Translating Your PhD Skillset

long road with mountains in the distance

The existential dread of finding a job after you finish your graduate degree is genuine. You might have found yourself nodding as you read that first sentence—especially if you’re a humanities graduate student. The not-so-proverbial old school way of thinking was that studying aesthetics in the broad sense was an end goal in and of itself and the intellectual enrichment that it brought was reward enough. Now that may be true to a certain extent but not to acknowledge the uncertainty of one’s career path in an abysmal job market within the professoriate would be irresponsible and damaging in more ways than one. I know I’m beating a dead horse for some of you, but what I want to offer is a way to reimagine what you have gained as a graduate student that can help you pivot, or at least imagine a pivot, a plan B if becoming a tenure track professor doesn’t quite work out the way you had originally dreamed. I’ll do this by looking inward at my own experiences and what I’ve learned about translating my skillsets as a graduate student and how this is colored by my interests and values.

To be sure, I have never considered what I do as a humanities graduate student akin to what is done in other disciplines outside the humanities. I have always thought of myself as a writer first and foremost contrasting against the ways in which the university and academia writ large understood me, and what I do, as being an academic; which is to say: closer to an artist than a scientist. Indeed, being a scholar is a category of the writer but my identity as one felt more at home writing for The Comics Journal or small press publications about and for comics than in the scholarly style of writing demanded by academia which was compounded by my working-class impulses and sensibilities that intellectual output, writing in my case, should be accessible to as many as possible and not bogged down by jargon and obfuscatory styles of writing. It may seem like semantics but when we try to parse who we are and what we do the nuances become important and palpable especially when we are trying to resignify our identity and the practices that they entail. This disconnect between how I understand myself and how the system understood me produced a sense of isolation and anxiety about my skillsets.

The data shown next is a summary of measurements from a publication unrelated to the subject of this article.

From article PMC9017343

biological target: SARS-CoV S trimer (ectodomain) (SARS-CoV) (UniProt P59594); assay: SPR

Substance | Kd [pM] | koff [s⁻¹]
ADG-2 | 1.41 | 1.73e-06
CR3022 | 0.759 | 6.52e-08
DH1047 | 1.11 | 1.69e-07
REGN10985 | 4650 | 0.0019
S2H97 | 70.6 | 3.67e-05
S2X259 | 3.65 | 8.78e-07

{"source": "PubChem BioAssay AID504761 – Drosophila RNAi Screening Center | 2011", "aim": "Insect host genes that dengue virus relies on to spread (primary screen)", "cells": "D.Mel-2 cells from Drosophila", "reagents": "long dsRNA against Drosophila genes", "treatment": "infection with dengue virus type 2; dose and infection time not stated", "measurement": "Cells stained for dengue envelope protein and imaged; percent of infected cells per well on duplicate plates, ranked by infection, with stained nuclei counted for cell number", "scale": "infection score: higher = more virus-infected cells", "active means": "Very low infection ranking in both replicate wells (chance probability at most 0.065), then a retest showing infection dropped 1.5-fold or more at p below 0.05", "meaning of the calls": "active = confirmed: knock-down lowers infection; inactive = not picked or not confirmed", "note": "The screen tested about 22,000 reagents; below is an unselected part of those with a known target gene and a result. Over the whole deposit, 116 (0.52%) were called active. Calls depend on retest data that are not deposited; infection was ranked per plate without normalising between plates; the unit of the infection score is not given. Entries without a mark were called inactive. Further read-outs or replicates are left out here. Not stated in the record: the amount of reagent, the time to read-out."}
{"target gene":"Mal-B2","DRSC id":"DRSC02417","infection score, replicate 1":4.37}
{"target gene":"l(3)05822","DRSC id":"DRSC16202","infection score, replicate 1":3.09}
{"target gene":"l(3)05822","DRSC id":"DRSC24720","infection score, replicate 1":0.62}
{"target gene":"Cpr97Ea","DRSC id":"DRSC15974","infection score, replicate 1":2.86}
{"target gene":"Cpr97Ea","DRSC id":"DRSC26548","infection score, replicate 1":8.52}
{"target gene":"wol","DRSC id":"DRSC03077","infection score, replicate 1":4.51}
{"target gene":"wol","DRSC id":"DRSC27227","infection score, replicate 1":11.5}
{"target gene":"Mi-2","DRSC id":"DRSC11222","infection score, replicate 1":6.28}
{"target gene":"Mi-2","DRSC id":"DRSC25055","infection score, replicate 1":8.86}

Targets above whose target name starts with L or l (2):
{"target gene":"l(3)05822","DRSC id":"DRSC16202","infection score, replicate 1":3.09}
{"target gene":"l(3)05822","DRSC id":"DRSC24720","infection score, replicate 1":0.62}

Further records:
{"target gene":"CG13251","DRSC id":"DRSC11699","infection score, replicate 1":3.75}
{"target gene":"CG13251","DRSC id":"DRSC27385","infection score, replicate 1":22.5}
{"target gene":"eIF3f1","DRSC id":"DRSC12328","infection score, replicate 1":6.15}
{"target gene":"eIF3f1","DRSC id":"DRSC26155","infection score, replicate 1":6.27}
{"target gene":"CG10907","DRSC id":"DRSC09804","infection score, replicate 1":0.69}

To get past these uncertainties I explored literature in a course offered through the Greene Center at the University of Rochester taught by Alissa Clark that allowed graduate students to interact with alumni in myriad fields outside of the humanities that went into careers outside the tenure track faculty route. Here, I was forced to ask myself fecund questions: “What is it exactly that I am learning to do? How do people understand these skills outside of academia?” These questions have guided my thinking when it comes to how I need to sell myself in order to be hired in a job that doesn’t quite understand what scholars and academics do. My first epiphany was brought about through discussion in Clark’s class that at the same time seemed so obvious yet needed to be uttered to be truly realized: being a graduate IS a job. Oftentimes, we don’t give ourselves and the things we do enough credence and respect. Making the psychological shift to understand yourself as someone who is working despite the word “student” being attached to your title is key. As an undergraduate, we often don’t think of being a student as an occupation despite being one occupying so much of our time, but it is work. That work continues in a more disciplined and deliberate manner as a graduate student and you’re compensated for your work as such in the form of a stipend; you earn that money. This lesson, although small, reminded me of my time in the U.S. Marine Corps. As a Marine I often referred to what I did as work and my friends, at first, found that striking.

My work history after the military, and for a bit before that time in my life as a high school student, runs the gamut from ditch-digging, line cook, to working as a server at a restaurant. However, since my latter days as an undergraduate, I began writing and editing when and where I could find opportunities and parlayed those experiences into bigger and better writing opportunities. Writing, in part, is what led me to graduate school. When I reflected hard on what it is that I did as a writer—that happened to also be a graduate student—the Venn diagram of my work life became more apparent. I researched, criticized (in written form), wrote, lectured, presented, analyzed, lead, taught, edited, collaborated, consulted; I worked. These action-oriented words, these verbs, are what employers understood. In Clark’s class, we discussed and read about how to take what we do and translate it for people outside of academe. Simply put, it was ultimately all about framing and insisting that what we did, do—as work—while simultaneously recognizing how to adapt our skill sets into sexy buzz verbs that get recruiters and hiring managers interested.

Reimagining who you are and what you do as a graduate student may seem daunting, especially for the diehards out there ready to perish on the hill of tenure track or bust. You may feel like a failure which is compounded by the feelings of imposter syndrome that follows many graduate students as Christopher Caterine found in his book Leaving Academia: A Practical Guide (2020). However, let me offer you salve: you’re not alone, you have skills, it’s not your fault the job market is the way it is, there are resources out there for you, and what you do is work. Take a look at the myriad of resources the Greene Center offers for graduate students and consider meeting with a career advisor to learn more.

By Jamey Keeton
Jamey Keeton